First Ascent Peoria has opened, and as I slowly pull myself back into the climbing world, I’ve had my eyes opened to the amazing evolution of climbing standards, technology, and risk management improvements over the last 35 years.

I became interested in climbing in 1985 while attending High School in Urbana, Illinois, the world center of alpine activity (maybe not!). After deciding to attend the University of Wisconsin-Madison, I enrolled in a “Hoofers” outdoor club climbing class that was taught at Devil’s Lake, Wisconsin. From that first class, I knew that climbing was a passion and eventually went on to teach climbing for UW Madison and climbed technical and alpine routes in the US and around the world. In 1990 there was no climbing gym in Madison but I was a “member” of a climbing barn, run by a passionate climber who made all his own holds and fired them in a kiln before bolting them up into 15-foot routes across the roof of an old barn outside of Madison.

At that time (and still today) Devil’s Lake was a “no bolt” site, which meant that you either top-roped or learned to lead climb by placing traditional protection. I did a lot of both. The first thing that hit me as I used a Grigri belay device (for the first time at First Ascent last week) was how far the belay technology has come. Here is a shot of a few of the belay devices I’ve used over the years:

From left to right – a Figure 8, a Tubular, a Stitch Plate, and a more modern Black Diamond ATC.

Before buying the Figure 8 (my first piece of gear), I climbed for about 6 months using body belays which were what I read about in the most current edition of Freedom of the Hills in 1984. My conclusion: Grigri’s and other modern belay devices are way better! Managing risk still has to be carefully considered and a constant conscious thought, but the belay technology alone has changed the accessibility of the sport. Properly trained, almost anyone can use a modern belay device properly to protect a climber. It doesn’t require an iron grip, unusual strength, or any special technique beyond performing the basic brake hand function correctly. Following the right belay procedure is critical, but new technology and design has radically improved the whole process.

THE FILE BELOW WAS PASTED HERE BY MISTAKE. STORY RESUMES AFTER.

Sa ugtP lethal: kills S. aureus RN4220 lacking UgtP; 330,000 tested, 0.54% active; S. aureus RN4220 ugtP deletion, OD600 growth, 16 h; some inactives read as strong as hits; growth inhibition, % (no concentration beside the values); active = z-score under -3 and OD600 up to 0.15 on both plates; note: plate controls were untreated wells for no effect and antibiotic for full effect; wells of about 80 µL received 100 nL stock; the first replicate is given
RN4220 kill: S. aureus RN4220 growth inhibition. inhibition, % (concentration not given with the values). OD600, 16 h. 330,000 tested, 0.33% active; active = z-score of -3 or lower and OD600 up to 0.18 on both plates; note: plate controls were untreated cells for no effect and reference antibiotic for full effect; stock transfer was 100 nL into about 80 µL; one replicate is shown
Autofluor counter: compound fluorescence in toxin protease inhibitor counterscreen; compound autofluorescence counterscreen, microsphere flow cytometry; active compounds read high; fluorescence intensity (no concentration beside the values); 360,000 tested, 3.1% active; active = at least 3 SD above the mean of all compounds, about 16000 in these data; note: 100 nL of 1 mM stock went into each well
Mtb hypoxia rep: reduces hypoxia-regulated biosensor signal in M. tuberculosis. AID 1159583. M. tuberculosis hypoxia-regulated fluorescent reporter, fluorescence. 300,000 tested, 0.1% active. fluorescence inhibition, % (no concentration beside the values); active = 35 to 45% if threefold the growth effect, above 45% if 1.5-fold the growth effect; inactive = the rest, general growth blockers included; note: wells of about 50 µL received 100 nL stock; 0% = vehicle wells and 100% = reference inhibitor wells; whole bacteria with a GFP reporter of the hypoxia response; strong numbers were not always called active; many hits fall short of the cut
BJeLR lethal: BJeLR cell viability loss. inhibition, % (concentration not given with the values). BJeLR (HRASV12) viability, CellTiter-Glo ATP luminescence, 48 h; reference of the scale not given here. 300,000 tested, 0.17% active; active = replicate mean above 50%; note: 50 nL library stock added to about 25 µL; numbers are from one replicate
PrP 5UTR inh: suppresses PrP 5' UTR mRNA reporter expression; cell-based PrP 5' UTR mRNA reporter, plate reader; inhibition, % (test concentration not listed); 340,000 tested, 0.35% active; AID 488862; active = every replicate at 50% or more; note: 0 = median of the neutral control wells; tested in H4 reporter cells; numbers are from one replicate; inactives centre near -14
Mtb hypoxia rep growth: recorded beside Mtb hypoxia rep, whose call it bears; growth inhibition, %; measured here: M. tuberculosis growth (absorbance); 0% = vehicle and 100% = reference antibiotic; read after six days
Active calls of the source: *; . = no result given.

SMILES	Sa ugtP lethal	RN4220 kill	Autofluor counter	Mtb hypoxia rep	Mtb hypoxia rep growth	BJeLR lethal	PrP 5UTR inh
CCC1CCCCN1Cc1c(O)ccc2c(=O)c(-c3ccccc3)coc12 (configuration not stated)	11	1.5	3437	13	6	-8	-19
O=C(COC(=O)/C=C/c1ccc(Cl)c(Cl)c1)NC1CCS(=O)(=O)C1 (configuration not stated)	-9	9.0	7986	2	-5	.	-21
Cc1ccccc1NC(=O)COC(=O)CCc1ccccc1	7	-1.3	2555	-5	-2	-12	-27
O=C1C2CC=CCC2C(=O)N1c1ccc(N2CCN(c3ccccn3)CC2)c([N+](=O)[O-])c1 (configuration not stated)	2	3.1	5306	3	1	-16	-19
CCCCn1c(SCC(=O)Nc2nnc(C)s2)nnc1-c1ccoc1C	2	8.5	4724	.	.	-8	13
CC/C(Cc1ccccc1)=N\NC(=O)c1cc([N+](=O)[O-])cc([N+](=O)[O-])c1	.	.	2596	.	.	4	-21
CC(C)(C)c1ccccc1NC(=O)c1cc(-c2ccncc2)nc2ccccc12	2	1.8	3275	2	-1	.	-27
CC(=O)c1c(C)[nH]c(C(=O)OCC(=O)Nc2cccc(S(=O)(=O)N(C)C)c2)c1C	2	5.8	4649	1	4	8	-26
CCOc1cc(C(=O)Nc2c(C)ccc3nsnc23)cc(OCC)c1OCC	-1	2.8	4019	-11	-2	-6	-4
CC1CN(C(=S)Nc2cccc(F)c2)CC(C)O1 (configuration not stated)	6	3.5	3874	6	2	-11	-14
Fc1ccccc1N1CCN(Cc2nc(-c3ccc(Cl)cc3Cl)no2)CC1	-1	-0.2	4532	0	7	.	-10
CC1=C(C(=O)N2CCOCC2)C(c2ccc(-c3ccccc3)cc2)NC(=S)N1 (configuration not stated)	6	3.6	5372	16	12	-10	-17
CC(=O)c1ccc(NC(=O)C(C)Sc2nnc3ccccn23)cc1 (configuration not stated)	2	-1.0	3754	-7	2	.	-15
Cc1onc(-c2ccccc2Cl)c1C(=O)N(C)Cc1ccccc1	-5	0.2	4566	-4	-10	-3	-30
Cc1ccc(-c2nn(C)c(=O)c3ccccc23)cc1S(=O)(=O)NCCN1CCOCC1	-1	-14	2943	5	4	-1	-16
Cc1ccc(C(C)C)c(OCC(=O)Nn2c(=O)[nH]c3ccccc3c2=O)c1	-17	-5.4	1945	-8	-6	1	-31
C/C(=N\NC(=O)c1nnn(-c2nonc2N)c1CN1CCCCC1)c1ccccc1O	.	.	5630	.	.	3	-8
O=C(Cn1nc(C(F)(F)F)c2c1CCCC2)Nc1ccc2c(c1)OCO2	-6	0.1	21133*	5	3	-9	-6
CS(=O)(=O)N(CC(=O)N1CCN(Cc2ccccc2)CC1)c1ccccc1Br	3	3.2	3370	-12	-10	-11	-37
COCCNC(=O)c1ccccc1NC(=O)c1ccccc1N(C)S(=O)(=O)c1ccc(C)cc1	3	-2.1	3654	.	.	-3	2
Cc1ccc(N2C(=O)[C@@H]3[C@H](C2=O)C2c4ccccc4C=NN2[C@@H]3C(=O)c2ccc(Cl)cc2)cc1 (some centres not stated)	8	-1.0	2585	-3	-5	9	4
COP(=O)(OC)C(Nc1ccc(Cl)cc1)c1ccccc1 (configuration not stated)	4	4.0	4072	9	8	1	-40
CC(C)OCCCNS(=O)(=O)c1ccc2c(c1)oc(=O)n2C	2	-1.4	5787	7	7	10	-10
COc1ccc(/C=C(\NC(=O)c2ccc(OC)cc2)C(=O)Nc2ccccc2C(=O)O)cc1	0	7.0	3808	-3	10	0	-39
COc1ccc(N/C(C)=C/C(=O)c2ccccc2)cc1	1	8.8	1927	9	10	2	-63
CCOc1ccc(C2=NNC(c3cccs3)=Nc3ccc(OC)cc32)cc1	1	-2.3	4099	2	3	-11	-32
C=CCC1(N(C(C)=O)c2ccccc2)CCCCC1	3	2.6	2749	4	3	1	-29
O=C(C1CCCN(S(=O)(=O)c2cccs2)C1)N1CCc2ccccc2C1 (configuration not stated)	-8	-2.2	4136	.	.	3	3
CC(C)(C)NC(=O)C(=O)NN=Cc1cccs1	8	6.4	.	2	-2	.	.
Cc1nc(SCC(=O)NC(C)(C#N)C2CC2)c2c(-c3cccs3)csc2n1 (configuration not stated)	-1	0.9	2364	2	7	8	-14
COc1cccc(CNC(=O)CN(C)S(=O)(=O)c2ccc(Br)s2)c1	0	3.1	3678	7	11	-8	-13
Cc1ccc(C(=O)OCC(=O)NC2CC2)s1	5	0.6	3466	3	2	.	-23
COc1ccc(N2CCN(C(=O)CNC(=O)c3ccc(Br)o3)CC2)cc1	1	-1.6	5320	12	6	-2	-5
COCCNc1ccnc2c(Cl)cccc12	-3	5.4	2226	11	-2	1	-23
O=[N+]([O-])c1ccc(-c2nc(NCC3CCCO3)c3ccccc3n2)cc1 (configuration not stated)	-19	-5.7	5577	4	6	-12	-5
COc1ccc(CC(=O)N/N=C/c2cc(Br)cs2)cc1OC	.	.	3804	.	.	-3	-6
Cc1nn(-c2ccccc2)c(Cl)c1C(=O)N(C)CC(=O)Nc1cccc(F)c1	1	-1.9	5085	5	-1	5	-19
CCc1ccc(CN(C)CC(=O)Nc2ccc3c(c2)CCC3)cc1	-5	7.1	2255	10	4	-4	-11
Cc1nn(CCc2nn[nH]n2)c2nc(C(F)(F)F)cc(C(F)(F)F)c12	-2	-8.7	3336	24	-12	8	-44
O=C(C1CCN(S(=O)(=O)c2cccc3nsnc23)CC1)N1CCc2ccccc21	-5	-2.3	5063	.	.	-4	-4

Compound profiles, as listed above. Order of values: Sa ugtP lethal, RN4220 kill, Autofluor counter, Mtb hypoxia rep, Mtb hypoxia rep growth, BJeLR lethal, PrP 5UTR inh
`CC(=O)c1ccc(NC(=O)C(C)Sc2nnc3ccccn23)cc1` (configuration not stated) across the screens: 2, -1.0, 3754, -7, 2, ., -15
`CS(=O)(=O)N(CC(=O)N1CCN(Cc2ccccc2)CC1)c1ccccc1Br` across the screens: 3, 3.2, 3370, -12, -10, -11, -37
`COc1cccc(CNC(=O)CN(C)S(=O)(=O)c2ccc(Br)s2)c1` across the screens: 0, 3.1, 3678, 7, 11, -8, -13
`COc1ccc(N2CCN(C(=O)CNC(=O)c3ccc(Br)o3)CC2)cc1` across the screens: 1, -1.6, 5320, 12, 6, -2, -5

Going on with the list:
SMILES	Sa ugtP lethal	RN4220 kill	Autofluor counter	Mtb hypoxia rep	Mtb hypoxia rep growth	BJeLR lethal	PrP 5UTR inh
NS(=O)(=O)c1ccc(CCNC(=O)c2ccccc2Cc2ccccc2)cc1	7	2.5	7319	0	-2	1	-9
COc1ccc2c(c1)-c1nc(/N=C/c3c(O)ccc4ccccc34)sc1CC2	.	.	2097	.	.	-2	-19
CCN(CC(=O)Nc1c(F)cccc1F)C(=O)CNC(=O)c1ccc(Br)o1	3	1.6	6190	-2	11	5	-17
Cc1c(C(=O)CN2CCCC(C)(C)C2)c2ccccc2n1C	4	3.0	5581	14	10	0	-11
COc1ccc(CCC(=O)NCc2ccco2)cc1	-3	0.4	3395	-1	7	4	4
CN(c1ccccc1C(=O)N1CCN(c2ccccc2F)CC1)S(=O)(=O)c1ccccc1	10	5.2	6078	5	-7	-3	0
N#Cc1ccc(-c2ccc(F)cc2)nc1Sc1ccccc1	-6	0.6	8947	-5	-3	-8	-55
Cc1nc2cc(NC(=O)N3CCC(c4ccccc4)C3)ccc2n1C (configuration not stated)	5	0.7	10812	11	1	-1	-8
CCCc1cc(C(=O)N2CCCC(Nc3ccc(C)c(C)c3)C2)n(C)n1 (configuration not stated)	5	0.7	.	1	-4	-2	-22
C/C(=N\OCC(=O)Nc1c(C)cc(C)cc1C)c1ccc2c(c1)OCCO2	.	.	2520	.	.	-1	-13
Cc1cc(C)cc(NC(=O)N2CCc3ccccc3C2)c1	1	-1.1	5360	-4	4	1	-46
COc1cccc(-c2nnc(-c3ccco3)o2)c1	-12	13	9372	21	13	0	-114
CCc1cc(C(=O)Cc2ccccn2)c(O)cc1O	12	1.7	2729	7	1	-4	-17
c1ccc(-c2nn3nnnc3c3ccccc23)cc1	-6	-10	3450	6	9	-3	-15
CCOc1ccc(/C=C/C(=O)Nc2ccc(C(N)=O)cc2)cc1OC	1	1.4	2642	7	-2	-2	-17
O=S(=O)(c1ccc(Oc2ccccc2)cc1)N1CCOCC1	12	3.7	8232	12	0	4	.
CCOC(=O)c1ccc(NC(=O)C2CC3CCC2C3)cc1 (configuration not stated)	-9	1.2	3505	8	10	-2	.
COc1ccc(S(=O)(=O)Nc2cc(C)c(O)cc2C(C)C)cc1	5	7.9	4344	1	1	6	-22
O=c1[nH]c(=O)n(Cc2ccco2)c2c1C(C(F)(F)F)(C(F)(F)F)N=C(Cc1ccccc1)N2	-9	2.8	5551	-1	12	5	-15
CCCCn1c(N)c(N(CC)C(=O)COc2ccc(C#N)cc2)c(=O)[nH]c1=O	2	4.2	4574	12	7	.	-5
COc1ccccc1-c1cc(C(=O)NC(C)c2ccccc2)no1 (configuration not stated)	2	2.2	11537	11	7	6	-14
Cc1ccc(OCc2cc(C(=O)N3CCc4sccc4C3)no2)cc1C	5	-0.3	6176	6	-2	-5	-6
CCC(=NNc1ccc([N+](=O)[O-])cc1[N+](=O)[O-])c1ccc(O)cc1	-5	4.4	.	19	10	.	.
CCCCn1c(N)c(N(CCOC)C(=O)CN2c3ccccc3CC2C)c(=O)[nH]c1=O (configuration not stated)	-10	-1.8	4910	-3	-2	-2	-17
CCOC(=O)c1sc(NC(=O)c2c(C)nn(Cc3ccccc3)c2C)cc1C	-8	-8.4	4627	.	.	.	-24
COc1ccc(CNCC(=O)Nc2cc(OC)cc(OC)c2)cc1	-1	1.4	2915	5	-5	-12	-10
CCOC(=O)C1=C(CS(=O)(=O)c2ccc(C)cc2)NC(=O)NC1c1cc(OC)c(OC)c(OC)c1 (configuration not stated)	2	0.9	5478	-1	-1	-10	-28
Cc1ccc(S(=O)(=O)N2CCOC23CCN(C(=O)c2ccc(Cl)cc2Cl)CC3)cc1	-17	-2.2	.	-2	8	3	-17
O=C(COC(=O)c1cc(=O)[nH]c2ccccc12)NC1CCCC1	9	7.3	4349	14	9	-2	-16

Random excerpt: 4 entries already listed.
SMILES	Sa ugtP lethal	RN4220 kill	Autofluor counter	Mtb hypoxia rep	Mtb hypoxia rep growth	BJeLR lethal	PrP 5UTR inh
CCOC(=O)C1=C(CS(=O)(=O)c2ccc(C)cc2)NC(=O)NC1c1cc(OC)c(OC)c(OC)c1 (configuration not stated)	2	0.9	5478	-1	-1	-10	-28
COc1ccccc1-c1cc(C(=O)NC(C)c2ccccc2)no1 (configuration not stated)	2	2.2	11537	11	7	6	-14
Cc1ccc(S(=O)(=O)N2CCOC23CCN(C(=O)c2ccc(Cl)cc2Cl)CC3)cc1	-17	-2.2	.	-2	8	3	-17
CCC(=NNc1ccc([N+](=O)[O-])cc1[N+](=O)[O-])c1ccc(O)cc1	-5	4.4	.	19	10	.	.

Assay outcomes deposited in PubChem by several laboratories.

The next thing that hit me when I walked into the newly opened roped section of Peoria’s First Ascent was the amazing display of top rope routes. The French say “Il pleu des cordes” when it’s raining hard. The direct translation is “it’s raining ropes”, and that’s what you think of when you enter the roped climbing area. It’s raining ropes. There are bolted quickdraws up every route to protect when lead climbing. Learning to lead climb at Devil’s Lake required placing “natural” protection and that technology has also evolved dramatically in the last 35 years. Here is a shot of some natural protection that most climbers have used when climbing outdoors on traditional (non-sport) routes:

From left to right – a cleaning tool, corded nuts, wired nuts, tri-cams, hex’s, a first generation Friend, and various sized camming devices.

The monstrous green thing is a #5 Camelot for use in horrible off-width climbs like the Central Pillar of Frenzy on Cathedral Spire in Yosemite. You only carry that thing when you’re sure you will need it!

My conclusion: bolted routes and quickdraws have changed the game and, in many ways, allowed the sport to become more athletic and more gymnastic while at the same time making it significantly less risky. Whether indoors at your local climbing gym (so excited to say that in Peoria!) or outdoors at the nearest crag, these changes are fantastic for opening up the appeal and accessibility of climbing to young and old. As a side note, if you think all these innovations have somehow reduced the available adventure in the world then I suggest a trip to Devil’s Lake to lead a classic like Upper Diagonal that was rated 5.9 in 1980. It is traditionally protected and adds to the sandbagged rating scale legend that is Devil’s Lake. There is still plenty of adventure to be had!

Thanks so much to the First Ascent team in Peoria. It’s the friendliest group of people you could ever hope to meet. They will teach you what you need to know to manage the risk associated with climbing, and they’ll work hard to make sure everyone has a great time. “Pull Down Hard” and see you at First Ascent.

Saul Boast is a member at First Ascent Peoria.